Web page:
The driving example is a very good one to utilize. It combines cognitive and physical abilities which are necessary to be successful and overall, at driving, we are very successful. Yes there are accidents, deaths and seriously injured, but when you consider the number of cars on the road and the daily activity taking place in cars we are damn good at combining these cognitive and physical skills. Why because we do it all the time, every day and this translate into experience at picking up the obvious and subtle signs giving us situational awareness while driving that translates into very good conscious and subconscious decision making.
This driving analogy is important to look at because it shows the correlation between doing and developing experience, utilizing both our cognitive and physical abilities in carrying out our daily tasks. This directly relates to what we in law enforcement and security do in carrying out our duties day to day. It also shows the importance of continuous training (driving everyday) and its affect on developing this ability in those who deal with crime, crime problems and dangerous encounters. Where both implicit, and explicit information is utilized in, solving these types of problems.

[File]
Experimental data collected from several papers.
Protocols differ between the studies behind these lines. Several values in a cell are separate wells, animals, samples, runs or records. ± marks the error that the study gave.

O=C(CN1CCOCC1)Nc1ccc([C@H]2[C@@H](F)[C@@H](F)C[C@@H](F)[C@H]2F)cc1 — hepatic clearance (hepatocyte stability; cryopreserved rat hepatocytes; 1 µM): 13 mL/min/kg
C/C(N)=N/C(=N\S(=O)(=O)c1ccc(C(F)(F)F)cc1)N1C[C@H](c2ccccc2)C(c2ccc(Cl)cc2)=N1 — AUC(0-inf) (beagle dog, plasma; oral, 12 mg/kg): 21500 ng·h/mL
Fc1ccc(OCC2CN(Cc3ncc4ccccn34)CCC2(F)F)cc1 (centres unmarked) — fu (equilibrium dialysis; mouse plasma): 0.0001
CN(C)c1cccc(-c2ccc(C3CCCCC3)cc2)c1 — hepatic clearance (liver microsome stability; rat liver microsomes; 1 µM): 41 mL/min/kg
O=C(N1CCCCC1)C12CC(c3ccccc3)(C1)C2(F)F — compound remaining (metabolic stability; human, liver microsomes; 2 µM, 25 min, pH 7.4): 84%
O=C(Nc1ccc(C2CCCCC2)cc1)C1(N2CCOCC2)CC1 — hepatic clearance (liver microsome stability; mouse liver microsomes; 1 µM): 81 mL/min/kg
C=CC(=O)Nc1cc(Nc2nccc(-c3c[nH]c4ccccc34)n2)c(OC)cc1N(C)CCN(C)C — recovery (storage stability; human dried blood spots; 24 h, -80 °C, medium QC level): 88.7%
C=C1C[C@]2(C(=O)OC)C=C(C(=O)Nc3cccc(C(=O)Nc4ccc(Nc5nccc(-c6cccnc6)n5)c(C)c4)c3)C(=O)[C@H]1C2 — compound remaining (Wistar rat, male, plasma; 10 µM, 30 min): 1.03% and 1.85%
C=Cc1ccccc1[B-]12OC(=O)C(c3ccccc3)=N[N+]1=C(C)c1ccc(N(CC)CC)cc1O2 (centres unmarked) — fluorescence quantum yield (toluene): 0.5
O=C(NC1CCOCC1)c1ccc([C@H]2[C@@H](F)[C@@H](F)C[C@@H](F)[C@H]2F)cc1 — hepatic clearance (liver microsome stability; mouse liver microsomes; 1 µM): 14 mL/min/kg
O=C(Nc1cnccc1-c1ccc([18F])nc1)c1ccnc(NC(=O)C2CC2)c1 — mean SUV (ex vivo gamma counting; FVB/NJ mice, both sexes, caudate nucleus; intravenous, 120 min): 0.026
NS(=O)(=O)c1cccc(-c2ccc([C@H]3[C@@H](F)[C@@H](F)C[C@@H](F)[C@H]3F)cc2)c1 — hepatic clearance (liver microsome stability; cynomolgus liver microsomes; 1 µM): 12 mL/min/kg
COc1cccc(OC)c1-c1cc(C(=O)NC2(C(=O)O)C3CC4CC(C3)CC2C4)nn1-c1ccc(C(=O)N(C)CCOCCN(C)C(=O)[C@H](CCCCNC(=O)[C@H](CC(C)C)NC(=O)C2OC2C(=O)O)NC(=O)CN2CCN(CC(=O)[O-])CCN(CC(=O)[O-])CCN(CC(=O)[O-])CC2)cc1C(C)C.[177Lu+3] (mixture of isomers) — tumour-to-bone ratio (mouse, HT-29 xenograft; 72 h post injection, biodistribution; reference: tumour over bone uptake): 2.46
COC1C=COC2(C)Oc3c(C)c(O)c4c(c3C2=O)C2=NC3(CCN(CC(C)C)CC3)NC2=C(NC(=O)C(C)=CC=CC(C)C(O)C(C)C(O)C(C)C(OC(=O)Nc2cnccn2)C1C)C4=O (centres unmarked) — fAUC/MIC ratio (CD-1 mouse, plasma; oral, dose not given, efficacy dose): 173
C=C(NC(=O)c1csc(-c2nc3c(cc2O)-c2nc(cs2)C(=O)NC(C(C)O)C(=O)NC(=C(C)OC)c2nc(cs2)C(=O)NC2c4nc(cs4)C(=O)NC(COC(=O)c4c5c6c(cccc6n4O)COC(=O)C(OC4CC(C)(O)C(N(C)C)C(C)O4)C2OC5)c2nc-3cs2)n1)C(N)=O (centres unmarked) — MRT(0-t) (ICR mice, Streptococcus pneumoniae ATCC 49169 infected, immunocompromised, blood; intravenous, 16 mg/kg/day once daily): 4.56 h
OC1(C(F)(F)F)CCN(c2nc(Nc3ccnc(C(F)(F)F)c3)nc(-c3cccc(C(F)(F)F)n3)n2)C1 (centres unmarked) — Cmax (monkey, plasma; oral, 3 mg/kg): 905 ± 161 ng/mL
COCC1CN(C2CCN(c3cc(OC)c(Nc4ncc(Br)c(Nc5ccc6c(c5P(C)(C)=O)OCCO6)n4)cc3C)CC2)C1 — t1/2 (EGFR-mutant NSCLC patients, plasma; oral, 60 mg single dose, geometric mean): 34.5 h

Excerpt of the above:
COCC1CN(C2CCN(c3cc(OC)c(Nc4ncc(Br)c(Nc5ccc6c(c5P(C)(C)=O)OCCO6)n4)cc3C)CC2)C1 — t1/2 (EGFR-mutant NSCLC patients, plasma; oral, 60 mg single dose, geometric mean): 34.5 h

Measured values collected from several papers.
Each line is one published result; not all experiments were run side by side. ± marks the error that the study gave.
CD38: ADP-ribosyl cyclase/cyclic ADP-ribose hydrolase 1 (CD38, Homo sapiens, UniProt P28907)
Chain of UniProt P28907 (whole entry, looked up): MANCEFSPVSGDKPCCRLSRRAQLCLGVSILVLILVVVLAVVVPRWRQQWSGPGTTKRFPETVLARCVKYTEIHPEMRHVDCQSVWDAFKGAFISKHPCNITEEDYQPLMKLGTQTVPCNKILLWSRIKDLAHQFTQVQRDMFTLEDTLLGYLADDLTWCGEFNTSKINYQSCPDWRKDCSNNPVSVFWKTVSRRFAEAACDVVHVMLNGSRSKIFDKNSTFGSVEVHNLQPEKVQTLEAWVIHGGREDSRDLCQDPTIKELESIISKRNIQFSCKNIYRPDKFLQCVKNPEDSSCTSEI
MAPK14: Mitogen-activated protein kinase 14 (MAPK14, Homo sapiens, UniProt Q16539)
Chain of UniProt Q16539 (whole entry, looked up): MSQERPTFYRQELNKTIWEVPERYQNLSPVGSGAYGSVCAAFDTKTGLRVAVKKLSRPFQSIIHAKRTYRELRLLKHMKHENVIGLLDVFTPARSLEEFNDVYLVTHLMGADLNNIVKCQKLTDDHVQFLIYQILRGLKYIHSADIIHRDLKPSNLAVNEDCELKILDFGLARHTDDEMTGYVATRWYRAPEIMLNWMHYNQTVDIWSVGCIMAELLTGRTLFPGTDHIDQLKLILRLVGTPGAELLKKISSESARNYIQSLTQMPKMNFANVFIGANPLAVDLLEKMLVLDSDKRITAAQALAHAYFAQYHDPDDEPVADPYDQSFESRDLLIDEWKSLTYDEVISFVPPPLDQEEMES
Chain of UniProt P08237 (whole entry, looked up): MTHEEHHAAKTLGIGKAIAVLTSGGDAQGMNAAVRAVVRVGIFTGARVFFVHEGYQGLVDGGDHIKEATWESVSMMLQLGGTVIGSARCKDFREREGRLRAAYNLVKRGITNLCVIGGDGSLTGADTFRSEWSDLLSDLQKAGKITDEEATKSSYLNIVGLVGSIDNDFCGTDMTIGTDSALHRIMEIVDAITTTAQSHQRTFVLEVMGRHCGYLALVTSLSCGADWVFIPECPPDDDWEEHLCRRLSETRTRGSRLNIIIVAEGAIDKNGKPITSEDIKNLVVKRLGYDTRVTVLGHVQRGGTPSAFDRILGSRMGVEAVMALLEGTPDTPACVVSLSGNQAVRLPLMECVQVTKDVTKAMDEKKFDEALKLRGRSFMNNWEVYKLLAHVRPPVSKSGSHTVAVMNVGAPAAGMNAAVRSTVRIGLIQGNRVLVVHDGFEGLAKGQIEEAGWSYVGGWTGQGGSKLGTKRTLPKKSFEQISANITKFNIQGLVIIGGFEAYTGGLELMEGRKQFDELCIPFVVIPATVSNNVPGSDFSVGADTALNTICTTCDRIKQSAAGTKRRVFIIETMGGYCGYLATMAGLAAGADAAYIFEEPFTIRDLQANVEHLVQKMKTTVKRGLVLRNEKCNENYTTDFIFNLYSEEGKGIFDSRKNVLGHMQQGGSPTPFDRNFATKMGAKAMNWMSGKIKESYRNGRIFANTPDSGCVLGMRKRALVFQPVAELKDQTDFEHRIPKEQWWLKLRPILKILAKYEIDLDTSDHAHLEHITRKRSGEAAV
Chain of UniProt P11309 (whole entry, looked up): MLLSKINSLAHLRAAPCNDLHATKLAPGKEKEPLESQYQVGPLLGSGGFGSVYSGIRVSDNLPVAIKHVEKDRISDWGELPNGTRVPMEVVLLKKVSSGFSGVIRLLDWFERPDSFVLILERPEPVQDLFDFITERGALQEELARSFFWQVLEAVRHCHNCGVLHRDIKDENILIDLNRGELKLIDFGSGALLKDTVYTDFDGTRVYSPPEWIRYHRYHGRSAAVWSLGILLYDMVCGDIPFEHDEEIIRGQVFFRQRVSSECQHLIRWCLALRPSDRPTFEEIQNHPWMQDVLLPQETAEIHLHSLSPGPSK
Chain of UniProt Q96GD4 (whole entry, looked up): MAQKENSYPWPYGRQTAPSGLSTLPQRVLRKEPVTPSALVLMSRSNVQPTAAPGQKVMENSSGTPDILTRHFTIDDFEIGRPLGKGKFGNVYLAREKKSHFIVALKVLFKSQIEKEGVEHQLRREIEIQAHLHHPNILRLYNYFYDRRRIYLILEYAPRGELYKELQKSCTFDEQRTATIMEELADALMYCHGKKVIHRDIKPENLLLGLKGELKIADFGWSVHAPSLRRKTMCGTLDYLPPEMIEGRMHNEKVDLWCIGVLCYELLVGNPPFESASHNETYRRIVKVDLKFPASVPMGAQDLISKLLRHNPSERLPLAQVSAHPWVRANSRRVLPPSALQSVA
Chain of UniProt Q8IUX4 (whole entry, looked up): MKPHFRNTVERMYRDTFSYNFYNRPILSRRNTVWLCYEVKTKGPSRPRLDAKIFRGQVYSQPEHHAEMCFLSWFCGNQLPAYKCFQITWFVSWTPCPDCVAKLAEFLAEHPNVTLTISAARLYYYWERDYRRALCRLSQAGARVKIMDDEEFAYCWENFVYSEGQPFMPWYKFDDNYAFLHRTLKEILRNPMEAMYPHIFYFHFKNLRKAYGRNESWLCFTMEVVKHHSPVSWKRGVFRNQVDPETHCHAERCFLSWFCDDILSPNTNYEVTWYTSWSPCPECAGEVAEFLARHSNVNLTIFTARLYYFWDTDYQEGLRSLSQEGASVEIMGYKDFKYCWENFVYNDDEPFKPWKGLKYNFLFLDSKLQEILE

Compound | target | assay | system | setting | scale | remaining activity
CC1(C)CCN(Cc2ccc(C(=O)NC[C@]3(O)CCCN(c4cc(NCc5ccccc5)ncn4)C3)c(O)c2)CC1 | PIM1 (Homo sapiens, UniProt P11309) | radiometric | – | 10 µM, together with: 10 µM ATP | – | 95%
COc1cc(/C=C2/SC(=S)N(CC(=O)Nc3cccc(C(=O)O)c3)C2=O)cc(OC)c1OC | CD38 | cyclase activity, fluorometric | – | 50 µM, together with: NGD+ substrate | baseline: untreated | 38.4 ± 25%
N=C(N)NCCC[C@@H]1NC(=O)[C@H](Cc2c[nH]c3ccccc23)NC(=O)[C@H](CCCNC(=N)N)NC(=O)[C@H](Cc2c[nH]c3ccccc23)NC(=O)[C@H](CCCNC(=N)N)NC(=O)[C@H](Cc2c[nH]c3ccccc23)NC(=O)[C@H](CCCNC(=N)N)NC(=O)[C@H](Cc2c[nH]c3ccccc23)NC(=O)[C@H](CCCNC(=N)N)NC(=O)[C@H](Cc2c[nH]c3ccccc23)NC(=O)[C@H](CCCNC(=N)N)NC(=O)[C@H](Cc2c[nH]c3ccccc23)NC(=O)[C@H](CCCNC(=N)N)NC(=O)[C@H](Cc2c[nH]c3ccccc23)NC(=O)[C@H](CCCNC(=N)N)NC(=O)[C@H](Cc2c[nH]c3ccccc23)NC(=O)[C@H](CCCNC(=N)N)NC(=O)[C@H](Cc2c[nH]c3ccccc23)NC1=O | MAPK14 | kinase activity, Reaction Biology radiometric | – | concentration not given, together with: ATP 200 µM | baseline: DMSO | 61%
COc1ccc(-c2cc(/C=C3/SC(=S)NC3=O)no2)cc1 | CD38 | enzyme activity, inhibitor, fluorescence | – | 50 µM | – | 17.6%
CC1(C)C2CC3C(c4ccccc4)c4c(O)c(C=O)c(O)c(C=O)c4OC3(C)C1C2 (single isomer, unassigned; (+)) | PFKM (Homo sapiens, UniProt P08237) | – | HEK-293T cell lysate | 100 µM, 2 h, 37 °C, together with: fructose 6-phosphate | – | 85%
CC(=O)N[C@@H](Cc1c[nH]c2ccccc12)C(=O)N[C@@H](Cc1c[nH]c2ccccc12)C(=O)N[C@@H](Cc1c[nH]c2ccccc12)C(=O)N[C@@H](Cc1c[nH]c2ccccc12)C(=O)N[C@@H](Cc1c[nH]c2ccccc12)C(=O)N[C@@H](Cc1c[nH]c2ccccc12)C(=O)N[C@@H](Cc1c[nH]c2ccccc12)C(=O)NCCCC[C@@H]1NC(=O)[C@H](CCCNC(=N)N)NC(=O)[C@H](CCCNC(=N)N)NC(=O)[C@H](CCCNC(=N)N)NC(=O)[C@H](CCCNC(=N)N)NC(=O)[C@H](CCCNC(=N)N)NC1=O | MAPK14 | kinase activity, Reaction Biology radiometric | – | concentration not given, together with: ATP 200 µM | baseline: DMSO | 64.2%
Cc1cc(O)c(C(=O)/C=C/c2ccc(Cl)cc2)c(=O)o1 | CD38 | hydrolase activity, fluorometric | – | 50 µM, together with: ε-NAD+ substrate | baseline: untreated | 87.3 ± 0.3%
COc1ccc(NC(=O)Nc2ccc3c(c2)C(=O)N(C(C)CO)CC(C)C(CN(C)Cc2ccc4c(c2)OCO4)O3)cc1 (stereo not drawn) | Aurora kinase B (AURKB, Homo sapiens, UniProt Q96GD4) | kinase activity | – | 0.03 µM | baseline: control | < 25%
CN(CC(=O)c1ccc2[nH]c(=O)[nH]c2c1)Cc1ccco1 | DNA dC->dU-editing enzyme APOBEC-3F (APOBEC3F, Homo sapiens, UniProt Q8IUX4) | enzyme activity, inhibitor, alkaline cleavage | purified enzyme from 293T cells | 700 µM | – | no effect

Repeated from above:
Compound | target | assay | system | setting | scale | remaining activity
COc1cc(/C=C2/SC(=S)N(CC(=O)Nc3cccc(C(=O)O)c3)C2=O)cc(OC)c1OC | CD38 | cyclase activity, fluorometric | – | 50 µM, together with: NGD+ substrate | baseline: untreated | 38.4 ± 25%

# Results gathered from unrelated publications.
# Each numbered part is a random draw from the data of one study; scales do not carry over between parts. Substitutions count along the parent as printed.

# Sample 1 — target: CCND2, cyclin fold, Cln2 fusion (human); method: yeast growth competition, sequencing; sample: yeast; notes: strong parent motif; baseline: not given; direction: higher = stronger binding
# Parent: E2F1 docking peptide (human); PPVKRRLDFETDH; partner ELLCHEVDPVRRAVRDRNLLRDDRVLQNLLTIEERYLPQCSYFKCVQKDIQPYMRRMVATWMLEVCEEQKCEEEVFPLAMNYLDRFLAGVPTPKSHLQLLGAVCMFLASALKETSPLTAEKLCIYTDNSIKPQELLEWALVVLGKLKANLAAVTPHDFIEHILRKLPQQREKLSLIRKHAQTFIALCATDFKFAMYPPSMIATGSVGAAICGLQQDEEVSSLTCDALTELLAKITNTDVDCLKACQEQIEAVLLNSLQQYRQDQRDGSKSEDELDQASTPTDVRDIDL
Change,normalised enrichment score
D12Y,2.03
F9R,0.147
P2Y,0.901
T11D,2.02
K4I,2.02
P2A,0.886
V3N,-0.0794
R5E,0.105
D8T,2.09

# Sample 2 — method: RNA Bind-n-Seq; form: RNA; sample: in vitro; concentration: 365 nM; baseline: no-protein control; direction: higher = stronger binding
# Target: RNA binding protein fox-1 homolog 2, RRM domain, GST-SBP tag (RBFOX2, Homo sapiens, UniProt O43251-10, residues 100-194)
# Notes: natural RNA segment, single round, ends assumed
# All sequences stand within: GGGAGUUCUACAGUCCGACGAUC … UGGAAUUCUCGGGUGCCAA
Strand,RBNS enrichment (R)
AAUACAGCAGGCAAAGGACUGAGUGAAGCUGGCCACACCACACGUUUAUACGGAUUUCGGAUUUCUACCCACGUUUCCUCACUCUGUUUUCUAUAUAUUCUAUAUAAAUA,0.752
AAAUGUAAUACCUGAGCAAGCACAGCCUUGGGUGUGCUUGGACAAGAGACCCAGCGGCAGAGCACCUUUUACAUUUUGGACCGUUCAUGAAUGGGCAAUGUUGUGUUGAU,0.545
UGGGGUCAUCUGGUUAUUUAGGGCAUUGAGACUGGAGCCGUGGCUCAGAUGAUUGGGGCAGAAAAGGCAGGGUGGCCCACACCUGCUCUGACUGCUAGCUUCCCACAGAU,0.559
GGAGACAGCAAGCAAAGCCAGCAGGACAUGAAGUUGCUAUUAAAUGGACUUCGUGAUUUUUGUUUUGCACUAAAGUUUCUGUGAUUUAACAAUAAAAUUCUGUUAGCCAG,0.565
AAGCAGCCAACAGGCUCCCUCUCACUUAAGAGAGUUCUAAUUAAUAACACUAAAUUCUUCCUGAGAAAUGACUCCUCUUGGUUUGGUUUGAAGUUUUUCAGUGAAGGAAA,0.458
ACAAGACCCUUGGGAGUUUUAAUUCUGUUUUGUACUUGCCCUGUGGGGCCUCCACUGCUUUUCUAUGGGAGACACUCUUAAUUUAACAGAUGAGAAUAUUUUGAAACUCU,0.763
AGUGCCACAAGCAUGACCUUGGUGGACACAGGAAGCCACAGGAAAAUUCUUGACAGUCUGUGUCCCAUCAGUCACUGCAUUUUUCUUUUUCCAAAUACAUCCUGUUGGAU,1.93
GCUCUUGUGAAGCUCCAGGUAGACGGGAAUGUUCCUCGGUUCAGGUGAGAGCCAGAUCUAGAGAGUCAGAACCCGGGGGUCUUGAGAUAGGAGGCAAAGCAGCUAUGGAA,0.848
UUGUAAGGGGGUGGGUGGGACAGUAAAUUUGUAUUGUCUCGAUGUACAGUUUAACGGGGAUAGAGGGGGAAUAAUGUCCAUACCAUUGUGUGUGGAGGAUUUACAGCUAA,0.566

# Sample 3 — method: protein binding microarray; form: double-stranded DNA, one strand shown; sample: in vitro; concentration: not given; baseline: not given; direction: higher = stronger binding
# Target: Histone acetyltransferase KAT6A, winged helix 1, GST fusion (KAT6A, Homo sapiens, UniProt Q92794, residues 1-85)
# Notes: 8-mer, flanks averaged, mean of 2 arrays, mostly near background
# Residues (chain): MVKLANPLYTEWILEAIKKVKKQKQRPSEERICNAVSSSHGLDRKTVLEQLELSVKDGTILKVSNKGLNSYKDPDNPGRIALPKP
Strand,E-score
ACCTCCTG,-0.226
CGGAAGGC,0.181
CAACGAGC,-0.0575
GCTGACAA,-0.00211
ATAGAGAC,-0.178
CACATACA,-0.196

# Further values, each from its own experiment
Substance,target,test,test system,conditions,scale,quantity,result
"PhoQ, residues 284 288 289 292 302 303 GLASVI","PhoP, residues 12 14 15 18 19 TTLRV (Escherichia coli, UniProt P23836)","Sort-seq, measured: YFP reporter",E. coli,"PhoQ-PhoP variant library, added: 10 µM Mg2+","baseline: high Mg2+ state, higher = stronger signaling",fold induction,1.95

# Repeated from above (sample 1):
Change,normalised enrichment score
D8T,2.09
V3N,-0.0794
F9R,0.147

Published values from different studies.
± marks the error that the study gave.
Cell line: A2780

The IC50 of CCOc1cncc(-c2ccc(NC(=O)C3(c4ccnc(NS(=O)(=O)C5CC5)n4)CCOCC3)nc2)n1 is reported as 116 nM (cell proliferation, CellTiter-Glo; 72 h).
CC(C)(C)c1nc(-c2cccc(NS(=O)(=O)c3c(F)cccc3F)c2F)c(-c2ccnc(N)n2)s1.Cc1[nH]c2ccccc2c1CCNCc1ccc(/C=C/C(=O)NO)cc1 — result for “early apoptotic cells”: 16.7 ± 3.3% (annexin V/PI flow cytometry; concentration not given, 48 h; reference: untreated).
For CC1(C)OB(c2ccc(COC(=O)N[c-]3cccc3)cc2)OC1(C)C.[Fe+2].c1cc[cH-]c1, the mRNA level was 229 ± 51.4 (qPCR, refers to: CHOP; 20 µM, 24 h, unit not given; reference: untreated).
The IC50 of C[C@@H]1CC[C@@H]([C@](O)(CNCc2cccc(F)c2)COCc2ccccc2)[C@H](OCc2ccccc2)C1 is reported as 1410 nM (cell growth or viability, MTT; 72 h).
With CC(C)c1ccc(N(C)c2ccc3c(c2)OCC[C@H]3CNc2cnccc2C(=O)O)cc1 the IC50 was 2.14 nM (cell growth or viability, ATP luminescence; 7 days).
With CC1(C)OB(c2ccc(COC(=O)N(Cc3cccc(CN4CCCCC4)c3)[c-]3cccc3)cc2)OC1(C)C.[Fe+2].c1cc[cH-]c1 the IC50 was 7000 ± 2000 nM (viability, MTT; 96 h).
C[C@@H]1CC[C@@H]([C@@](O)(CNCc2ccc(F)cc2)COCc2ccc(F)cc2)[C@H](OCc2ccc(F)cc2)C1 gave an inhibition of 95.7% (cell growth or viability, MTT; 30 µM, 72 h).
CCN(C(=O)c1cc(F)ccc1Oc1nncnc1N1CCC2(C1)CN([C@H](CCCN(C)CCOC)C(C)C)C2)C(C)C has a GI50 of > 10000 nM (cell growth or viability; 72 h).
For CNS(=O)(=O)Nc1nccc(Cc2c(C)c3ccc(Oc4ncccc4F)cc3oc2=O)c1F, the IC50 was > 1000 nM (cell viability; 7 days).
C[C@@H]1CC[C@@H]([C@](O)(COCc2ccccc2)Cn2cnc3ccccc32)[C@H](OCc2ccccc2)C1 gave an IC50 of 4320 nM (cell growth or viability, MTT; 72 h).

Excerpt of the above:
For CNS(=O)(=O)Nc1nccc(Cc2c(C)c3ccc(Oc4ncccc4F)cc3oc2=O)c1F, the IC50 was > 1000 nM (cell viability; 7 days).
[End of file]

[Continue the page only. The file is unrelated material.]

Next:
Our goal should be to harness the ability to develop the cognitive decision making process with the physical skills required in both progressive and spontaneous circumstances and refine the necessary methods through experience and apply it accordingly based on the environment and current circumstances. The first step is a shift of mind that intuition is not magic, not some strange force that comes from some unknown mystical location. That indeed intuition comes from a fine tuned senses, leading to a rapid decision making cycle developed through tough and continuous development through decision making exercises.